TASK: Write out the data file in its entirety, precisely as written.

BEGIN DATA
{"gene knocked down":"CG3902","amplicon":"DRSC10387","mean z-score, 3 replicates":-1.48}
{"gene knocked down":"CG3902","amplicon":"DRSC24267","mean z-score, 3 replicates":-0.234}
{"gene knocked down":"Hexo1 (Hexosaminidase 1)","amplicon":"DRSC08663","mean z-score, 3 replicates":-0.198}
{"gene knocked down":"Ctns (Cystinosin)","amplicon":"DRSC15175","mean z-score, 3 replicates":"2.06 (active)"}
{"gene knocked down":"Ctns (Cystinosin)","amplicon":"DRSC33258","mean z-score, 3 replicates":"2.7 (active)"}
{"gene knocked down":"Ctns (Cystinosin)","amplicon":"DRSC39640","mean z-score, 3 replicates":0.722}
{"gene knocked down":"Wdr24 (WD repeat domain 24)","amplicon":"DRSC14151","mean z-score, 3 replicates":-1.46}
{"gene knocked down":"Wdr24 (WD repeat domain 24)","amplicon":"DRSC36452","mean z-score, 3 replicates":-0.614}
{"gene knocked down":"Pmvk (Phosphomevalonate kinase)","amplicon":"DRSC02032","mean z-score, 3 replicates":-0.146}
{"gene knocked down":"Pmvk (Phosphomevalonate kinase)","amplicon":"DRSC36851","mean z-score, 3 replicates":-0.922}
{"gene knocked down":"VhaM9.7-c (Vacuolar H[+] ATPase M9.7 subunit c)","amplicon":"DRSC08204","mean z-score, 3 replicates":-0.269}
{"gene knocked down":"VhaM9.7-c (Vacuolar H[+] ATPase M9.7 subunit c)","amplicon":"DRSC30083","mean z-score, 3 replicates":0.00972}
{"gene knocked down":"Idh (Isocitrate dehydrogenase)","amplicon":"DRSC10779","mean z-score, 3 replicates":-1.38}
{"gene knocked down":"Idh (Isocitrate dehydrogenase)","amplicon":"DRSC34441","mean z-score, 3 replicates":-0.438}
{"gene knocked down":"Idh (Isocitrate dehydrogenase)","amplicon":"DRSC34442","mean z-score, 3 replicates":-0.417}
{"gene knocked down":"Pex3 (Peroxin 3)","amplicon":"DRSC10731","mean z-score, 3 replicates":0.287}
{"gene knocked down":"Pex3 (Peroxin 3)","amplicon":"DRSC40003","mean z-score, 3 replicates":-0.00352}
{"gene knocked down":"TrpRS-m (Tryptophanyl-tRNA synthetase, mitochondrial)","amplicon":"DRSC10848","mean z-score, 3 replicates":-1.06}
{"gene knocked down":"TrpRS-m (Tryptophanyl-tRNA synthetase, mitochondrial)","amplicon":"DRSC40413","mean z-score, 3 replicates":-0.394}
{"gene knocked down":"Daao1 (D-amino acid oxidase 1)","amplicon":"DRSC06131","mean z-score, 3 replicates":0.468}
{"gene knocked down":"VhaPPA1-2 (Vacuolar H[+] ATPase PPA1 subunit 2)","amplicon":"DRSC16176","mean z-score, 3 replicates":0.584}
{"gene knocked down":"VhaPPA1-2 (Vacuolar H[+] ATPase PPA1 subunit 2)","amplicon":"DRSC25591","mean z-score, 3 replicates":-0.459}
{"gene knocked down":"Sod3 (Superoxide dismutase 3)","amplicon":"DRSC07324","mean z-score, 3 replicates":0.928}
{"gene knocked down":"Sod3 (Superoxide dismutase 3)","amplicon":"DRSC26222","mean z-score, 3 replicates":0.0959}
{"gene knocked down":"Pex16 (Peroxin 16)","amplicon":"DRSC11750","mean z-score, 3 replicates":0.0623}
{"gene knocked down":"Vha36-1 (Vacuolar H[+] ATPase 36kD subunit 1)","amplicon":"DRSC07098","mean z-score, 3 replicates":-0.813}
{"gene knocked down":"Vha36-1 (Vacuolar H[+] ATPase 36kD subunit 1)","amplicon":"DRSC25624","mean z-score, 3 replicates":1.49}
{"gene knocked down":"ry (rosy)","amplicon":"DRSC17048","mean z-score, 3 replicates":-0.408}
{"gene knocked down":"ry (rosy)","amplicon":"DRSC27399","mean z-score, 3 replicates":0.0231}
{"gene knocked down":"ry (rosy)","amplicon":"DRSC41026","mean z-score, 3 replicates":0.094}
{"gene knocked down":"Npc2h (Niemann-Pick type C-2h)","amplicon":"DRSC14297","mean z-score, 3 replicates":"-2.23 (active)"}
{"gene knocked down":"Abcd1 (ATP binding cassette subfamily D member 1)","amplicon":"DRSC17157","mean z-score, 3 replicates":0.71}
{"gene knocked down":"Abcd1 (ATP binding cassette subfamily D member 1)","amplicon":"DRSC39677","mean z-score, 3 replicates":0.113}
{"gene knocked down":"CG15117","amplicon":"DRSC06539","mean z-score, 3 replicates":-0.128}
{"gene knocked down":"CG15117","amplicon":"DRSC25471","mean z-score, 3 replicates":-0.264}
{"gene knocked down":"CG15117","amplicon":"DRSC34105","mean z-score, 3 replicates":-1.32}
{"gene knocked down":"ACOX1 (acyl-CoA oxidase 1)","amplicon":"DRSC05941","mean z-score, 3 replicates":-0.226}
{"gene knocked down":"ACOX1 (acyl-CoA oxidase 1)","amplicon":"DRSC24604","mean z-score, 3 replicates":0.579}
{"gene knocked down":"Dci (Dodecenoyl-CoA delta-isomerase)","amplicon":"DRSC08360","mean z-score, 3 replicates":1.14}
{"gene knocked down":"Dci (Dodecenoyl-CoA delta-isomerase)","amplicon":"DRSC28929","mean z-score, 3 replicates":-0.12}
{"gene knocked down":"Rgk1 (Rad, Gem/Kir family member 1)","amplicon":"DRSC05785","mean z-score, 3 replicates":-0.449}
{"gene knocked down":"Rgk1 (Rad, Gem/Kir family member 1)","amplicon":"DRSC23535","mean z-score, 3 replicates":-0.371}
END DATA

{"gene knocked down":"CG3902","amplicon":"DRSC10387","mean z-score, 3 replicates":-1.48}
{"gene knocked down":"CG3902","amplicon":"DRSC24267","mean z-score, 3 replicates":-0.234}
{"gene knocked down":"Hexo1 (Hexosaminidase 1)","amplicon":"DRSC08663","mean z-score, 3 replicates":-0.198}
{"gene knocked down":"Ctns (Cystinosin)","amplicon":"DRSC15175","mean z-score, 3 replicates":"2.06 (active)"}
{"gene knocked down":"Ctns (Cystinosin)","amplicon":"DRSC33258","mean z-score, 3 replicates":"2.7 (active)"}
{"gene knocked down":"Ctns (Cystinosin)","amplicon":"DRSC39640","mean z-score, 3 replicates":0.722}
{"gene knocked down":"Wdr24 (WD repeat domain 24)","amplicon":"DRSC14151","mean z-score, 3 replicates":-1.46}
{"gene knocked down":"Wdr24 (WD repeat domain 24)","amplicon":"DRSC36452","mean z-score, 3 replicates":-0.614}
{"gene knocked down":"Pmvk (Phosphomevalonate kinase)","amplicon":"DRSC02032","mean z-score, 3 replicates":-0.146}
{"gene knocked down":"Pmvk (Phosphomevalonate kinase)","amplicon":"DRSC36851","mean z-score, 3 replicates":-0.922}
{"gene knocked down":"VhaM9.7-c (Vacuolar H[+] ATPase M9.7 subunit c)","amplicon":"DRSC08204","mean z-score, 3 replicates":-0.269}
{"gene knocked down":"VhaM9.7-c (Vacuolar H[+] ATPase M9.7 subunit c)","amplicon":"DRSC30083","mean z-score, 3 replicates":0.00972}
{"gene knocked down":"Idh (Isocitrate dehydrogenase)","amplicon":"DRSC10779","mean z-score, 3 replicates":-1.38}
{"gene knocked down":"Idh (Isocitrate dehydrogenase)","amplicon":"DRSC34441","mean z-score, 3 replicates":-0.438}
{"gene knocked down":"Idh (Isocitrate dehydrogenase)","amplicon":"DRSC34442","mean z-score, 3 replicates":-0.417}
{"gene knocked down":"Pex3 (Peroxin 3)","amplicon":"DRSC10731","mean z-score, 3 replicates":0.287}
{"gene knocked down":"Pex3 (Peroxin 3)","amplicon":"DRSC40003","mean z-score, 3 replicates":-0.00352}
{"gene knocked down":"TrpRS-m (Tryptophanyl-tRNA synthetase, mitochondrial)","amplicon":"DRSC10848","mean z-score, 3 replicates":-1.06}
{"gene knocked down":"TrpRS-m (Tryptophanyl-tRNA synthetase, mitochondrial)","amplicon":"DRSC40413","mean z-score, 3 replicates":-0.394}
{"gene knocked down":"Daao1 (D-amino acid oxidase 1)","amplicon":"DRSC06131","mean z-score, 3 replicates":0.468}
{"gene knocked down":"VhaPPA1-2 (Vacuolar H[+] ATPase PPA1 subunit 2)","amplicon":"DRSC16176","mean z-score, 3 replicates":0.584}
{"gene knocked down":"VhaPPA1-2 (Vacuolar H[+] ATPase PPA1 subunit 2)","amplicon":"DRSC25591","mean z-score, 3 replicates":-0.459}
{"gene knocked down":"Sod3 (Superoxide dismutase 3)","amplicon":"DRSC07324","mean z-score, 3 replicates":0.928}
{"gene knocked down":"Sod3 (Superoxide dismutase 3)","amplicon":"DRSC26222","mean z-score, 3 replicates":0.0959}
{"gene knocked down":"Pex16 (Peroxin 16)","amplicon":"DRSC11750","mean z-score, 3 replicates":0.0623}
{"gene knocked down":"Vha36-1 (Vacuolar H[+] ATPase 36kD subunit 1)","amplicon":"DRSC07098","mean z-score, 3 replicates":-0.813}
{"gene knocked down":"Vha36-1 (Vacuolar H[+] ATPase 36kD subunit 1)","amplicon":"DRSC25624","mean z-score, 3 replicates":1.49}
{"gene knocked down":"ry (rosy)","amplicon":"DRSC17048","mean z-score, 3 replicates":-0.408}
{"gene knocked down":"ry (rosy)","amplicon":"DRSC27399","mean z-score, 3 replicates":0.0231}
{"gene knocked down":"ry (rosy)","amplicon":"DRSC41026","mean z-score, 3 replicates":0.094}
{"gene knocked down":"Npc2h (Niemann-Pick type C-2h)","amplicon":"DRSC14297","mean z-score, 3 replicates":"-2.23 (active)"}
{"gene knocked down":"Abcd1 (ATP binding cassette subfamily D member 1)","amplicon":"DRSC17157","mean z-score, 3 replicates":0.71}
{"gene knocked down":"Abcd1 (ATP binding cassette subfamily D member 1)","amplicon":"DRSC39677","mean z-score, 3 replicates":0.113}
{"gene knocked down":"CG15117","amplicon":"DRSC06539","mean z-score, 3 replicates":-0.128}
{"gene knocked down":"CG15117","amplicon":"DRSC25471","mean z-score, 3 replicates":-0.264}
{"gene knocked down":"CG15117","amplicon":"DRSC34105","mean z-score, 3 replicates":-1.32}
{"gene knocked down":"ACOX1 (acyl-CoA oxidase 1)","amplicon":"DRSC05941","mean z-score, 3 replicates":-0.226}
{"gene knocked down":"ACOX1 (acyl-CoA oxidase 1)","amplicon":"DRSC24604","mean z-score, 3 replicates":0.579}
{"gene knocked down":"Dci (Dodecenoyl-CoA delta-isomerase)","amplicon":"DRSC08360","mean z-score, 3 replicates":1.14}
{"gene knocked down":"Dci (Dodecenoyl-CoA delta-isomerase)","amplicon":"DRSC28929","mean z-score, 3 replicates":-0.12}
{"gene knocked down":"Rgk1 (Rad, Gem/Kir family member 1)","amplicon":"DRSC05785","mean z-score, 3 replicates":-0.449}
{"gene knocked down":"Rgk1 (Rad, Gem/Kir family member 1)","amplicon":"DRSC23535","mean z-score, 3 replicates":-0.371}